Even if it were hypothetically possible to keep all the cars running forever, would it be good thing to make suburban-sprawl-building the basis of our economy – because that’s the direct consequence of perpetually cheap energy.

Has anyone noticed that the housing bubble and subsequent implosion is following the peak oil line exactly?


It’s a bit harder to discern what the assumptions really are among leaders in the finance sector, since so much of their activity the past ten years has veered into sheer fraud.

The story line that everyone is putting out – from the Fed chairman Bernanke to the CEOs of the Big Fundz – is that American finance is a python that has swallowed a few too many pigs, but if we jigger around interest rates a little bit more, and allow some more money to be lent out cheaply, the python will eventually digest the pigs and go slithering happily on its way along the jungle trail with a burp.

Own Assumptions

My own assumptions are somewhat different. I think we’re likely to see a lot of nations scrambling for survival, initially manifesting in a contest for the world’s dwindling supply of oil (and oil-like substances).

For instance, when viewing the globe, few people consider that Japan currently imports 95 percent of its fossil fuel. Japan has been a “good boy” among nations since its episode of “acting out” in the mid-20th century and has enjoyed a long industrial prosperity since then.

But what happens when there is not enough oil in the world to be allocated rationally by markets among the powerful nations? Will Japan just roll over and die? Will they shutter the Toyota factories and happily turn to placid tea ceremonies.

I think Japan will freak out, and it’s hard to predict exactly who will feel its wrath and how.


Similarly, Europe. Americans view Europe as a kind of theme park full of elderly café layabouts swaddled in cashmere as they enjoy demitasse cups in the outdoor cafes of their comfortable art-filled cities (some of them not long ago rebuilt from rubble).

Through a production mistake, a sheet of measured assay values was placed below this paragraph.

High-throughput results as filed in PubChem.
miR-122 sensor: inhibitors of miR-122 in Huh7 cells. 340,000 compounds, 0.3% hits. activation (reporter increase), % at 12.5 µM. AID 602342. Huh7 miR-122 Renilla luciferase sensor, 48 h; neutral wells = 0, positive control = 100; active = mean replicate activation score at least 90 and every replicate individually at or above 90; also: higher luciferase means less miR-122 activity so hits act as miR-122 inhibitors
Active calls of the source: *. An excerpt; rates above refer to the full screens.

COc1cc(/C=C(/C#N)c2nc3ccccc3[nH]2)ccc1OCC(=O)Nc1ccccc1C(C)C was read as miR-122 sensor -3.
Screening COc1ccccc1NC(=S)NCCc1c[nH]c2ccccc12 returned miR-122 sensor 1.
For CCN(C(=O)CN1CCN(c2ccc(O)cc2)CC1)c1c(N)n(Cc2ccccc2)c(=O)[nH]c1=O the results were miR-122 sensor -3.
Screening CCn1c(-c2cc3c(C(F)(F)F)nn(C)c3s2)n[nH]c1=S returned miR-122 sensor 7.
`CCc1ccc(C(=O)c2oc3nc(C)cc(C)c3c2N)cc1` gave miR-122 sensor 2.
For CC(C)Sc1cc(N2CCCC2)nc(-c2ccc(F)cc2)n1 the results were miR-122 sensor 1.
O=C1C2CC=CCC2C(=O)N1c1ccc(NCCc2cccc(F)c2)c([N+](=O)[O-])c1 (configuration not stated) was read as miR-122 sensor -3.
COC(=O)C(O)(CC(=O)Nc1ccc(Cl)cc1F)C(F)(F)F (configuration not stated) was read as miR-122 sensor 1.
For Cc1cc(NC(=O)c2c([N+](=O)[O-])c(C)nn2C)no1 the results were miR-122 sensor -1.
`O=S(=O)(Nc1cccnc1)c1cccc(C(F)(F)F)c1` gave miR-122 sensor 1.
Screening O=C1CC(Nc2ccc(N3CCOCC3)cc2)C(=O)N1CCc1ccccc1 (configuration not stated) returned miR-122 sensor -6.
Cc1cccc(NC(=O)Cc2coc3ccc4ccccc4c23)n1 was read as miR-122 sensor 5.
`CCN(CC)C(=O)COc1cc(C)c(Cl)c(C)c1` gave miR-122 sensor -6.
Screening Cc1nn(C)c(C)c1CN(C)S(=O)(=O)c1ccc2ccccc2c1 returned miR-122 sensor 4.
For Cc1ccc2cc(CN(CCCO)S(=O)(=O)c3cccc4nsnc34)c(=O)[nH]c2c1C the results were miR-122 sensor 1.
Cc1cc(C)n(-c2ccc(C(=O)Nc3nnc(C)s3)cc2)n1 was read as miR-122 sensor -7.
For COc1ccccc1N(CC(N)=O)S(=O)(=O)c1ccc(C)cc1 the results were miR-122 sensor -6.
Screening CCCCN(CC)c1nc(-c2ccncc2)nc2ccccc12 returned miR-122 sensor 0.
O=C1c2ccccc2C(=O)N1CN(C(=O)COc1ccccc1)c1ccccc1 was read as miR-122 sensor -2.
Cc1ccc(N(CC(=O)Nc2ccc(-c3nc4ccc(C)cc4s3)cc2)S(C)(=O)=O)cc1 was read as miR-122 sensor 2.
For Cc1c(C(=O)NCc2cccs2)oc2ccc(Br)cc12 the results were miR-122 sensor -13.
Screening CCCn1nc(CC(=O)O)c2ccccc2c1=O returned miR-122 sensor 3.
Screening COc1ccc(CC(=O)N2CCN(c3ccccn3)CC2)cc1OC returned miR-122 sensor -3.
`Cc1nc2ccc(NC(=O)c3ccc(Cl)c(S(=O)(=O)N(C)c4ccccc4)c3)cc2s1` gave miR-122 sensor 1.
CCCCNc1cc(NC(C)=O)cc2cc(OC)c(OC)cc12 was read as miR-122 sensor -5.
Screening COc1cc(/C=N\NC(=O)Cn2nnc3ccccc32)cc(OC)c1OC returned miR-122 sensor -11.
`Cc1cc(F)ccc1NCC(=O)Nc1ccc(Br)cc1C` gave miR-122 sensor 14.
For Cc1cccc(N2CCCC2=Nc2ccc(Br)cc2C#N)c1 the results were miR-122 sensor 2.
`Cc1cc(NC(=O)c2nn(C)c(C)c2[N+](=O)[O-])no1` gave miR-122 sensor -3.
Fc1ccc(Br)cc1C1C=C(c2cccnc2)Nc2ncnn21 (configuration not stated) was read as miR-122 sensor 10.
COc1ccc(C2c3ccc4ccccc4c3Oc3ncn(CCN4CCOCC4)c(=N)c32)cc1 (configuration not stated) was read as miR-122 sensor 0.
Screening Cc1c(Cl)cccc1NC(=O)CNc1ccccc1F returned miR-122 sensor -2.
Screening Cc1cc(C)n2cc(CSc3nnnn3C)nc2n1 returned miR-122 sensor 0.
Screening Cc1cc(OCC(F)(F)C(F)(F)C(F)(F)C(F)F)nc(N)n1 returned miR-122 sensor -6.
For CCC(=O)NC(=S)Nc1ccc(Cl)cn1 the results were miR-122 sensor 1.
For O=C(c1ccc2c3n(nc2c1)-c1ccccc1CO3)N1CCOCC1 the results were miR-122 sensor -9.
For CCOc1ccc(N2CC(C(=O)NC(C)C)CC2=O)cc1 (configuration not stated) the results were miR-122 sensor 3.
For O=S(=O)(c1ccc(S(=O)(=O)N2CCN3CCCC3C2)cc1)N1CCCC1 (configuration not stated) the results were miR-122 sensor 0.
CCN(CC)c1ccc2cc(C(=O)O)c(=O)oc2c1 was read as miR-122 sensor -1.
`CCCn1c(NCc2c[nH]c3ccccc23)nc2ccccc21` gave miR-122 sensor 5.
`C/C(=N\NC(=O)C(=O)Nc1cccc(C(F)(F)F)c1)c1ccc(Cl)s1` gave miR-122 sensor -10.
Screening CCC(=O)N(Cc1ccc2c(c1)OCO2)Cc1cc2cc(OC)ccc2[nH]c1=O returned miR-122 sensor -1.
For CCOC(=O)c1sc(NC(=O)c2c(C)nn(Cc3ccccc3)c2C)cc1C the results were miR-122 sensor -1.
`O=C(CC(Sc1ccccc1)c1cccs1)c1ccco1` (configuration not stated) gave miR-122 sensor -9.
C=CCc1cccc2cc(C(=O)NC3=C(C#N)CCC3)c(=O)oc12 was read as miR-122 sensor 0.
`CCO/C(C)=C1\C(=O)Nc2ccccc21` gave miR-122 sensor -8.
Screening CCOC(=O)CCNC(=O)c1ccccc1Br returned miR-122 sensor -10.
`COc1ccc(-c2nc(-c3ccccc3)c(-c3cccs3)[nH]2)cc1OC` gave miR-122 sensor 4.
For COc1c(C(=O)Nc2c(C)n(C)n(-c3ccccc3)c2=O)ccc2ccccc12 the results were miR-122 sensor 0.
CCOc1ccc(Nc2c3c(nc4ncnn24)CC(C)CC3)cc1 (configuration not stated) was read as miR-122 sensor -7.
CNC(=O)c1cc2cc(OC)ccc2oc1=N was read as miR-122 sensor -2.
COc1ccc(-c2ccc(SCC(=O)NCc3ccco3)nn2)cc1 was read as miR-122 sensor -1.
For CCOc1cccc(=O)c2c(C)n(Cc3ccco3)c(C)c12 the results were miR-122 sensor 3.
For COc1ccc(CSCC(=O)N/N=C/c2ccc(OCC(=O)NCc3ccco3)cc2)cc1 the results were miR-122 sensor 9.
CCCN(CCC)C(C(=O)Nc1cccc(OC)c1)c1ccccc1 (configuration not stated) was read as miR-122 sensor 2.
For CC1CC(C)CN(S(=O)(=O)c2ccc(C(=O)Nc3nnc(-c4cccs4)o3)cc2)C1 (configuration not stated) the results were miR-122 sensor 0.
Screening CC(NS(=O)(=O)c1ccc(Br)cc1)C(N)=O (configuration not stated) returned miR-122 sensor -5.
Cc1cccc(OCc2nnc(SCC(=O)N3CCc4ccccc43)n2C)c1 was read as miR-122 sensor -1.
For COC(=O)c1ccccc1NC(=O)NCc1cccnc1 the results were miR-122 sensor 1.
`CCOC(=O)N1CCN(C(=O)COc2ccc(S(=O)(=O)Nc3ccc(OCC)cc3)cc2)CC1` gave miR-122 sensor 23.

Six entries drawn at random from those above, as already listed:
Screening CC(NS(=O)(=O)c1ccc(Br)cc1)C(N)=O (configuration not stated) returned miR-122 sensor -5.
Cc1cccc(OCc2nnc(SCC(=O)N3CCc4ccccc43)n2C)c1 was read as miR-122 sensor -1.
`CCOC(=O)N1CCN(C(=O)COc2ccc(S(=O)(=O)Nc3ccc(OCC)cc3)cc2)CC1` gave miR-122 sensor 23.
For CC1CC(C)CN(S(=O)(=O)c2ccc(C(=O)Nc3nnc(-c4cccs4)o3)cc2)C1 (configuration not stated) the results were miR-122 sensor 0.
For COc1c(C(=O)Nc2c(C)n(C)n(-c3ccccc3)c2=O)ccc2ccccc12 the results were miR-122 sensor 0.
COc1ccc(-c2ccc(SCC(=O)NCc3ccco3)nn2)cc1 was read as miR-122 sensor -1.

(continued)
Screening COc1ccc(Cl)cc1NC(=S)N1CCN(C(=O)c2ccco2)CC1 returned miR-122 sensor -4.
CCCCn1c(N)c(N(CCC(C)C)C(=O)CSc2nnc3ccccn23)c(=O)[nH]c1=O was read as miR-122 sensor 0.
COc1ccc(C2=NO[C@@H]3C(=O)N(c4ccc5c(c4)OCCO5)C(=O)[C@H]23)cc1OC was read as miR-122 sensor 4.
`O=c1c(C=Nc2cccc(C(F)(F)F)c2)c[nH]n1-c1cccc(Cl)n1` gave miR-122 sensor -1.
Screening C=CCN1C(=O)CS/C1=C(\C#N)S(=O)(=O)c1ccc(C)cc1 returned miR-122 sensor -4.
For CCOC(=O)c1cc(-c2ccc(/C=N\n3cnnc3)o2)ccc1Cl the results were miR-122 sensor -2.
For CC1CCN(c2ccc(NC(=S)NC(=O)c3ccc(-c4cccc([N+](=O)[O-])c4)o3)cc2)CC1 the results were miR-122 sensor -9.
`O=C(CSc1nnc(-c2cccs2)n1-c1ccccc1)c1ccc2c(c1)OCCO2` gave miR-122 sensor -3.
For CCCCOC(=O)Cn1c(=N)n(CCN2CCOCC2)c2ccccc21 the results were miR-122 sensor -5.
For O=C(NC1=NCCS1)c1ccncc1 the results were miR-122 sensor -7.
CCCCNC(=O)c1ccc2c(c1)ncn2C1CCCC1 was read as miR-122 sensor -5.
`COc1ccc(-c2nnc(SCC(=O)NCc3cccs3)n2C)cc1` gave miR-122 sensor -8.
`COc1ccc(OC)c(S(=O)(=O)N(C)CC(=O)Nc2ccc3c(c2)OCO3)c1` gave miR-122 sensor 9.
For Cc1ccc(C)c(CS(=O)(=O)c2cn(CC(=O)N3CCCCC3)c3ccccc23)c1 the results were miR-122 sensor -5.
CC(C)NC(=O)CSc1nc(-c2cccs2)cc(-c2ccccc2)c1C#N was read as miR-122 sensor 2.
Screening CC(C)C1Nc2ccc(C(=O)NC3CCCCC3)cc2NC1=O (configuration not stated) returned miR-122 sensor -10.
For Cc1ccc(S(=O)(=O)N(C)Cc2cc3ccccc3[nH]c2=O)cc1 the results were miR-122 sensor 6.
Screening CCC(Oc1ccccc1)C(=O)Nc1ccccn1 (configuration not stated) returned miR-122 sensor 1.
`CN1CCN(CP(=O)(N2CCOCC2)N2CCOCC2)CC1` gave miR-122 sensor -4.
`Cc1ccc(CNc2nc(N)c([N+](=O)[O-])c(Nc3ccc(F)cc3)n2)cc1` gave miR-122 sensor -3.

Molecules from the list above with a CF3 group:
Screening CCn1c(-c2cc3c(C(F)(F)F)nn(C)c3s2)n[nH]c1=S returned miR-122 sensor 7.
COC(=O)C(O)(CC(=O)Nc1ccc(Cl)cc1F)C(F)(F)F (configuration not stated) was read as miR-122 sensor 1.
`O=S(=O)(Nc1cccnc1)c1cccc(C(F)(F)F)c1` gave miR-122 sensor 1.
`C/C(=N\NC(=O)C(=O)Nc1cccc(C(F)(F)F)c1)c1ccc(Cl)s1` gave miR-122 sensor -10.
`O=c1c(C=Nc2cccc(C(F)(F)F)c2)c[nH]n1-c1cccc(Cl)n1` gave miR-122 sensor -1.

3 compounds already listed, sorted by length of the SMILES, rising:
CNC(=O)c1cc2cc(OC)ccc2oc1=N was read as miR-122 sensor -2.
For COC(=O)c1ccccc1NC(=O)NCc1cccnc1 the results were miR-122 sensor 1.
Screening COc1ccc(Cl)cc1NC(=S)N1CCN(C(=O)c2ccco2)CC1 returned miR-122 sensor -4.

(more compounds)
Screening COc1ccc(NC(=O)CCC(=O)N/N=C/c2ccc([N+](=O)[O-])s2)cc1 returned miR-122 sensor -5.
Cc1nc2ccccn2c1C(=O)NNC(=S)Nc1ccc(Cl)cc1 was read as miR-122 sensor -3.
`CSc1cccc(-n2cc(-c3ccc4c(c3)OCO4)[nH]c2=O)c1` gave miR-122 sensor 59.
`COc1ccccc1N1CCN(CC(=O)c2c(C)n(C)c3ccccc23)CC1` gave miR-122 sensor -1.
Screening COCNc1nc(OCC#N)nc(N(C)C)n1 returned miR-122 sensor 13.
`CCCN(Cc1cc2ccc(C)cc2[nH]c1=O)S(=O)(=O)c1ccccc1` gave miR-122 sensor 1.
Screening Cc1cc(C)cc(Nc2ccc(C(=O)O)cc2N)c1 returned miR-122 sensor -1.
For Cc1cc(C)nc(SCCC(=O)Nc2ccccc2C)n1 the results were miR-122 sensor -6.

Europe has let America do its dirty work for it in the Middle East for the past decade while enjoying tanker-loads of oil coming up through the Suez Canal.

Europe has only had to make a few lame gestures in defense of its oil supplies. But the North Sea oil fields, which for twenty years have hedged the leverage of OPEC, are crapping out at a very steep rate.

Sooner or later Europe will freak out over oil, and geo-political flat-earthers will be shocked to see that all the nations of café layabouts can mobilize potent military forces.

God knows whose side who will be on, exactly, when that happens, and where America will stand – if its own military is not so exhausted that it can even stand up.
This image courtesy New York Times.
Large World Eh?

Personally, I think the world will be growing a lot larger again, and less flat, and that eventually America will find itself isolated once again between two oceans – though incursions by desperate foreign armies in one way or another, is not out of the question as the great struggle for resource survival gets underway.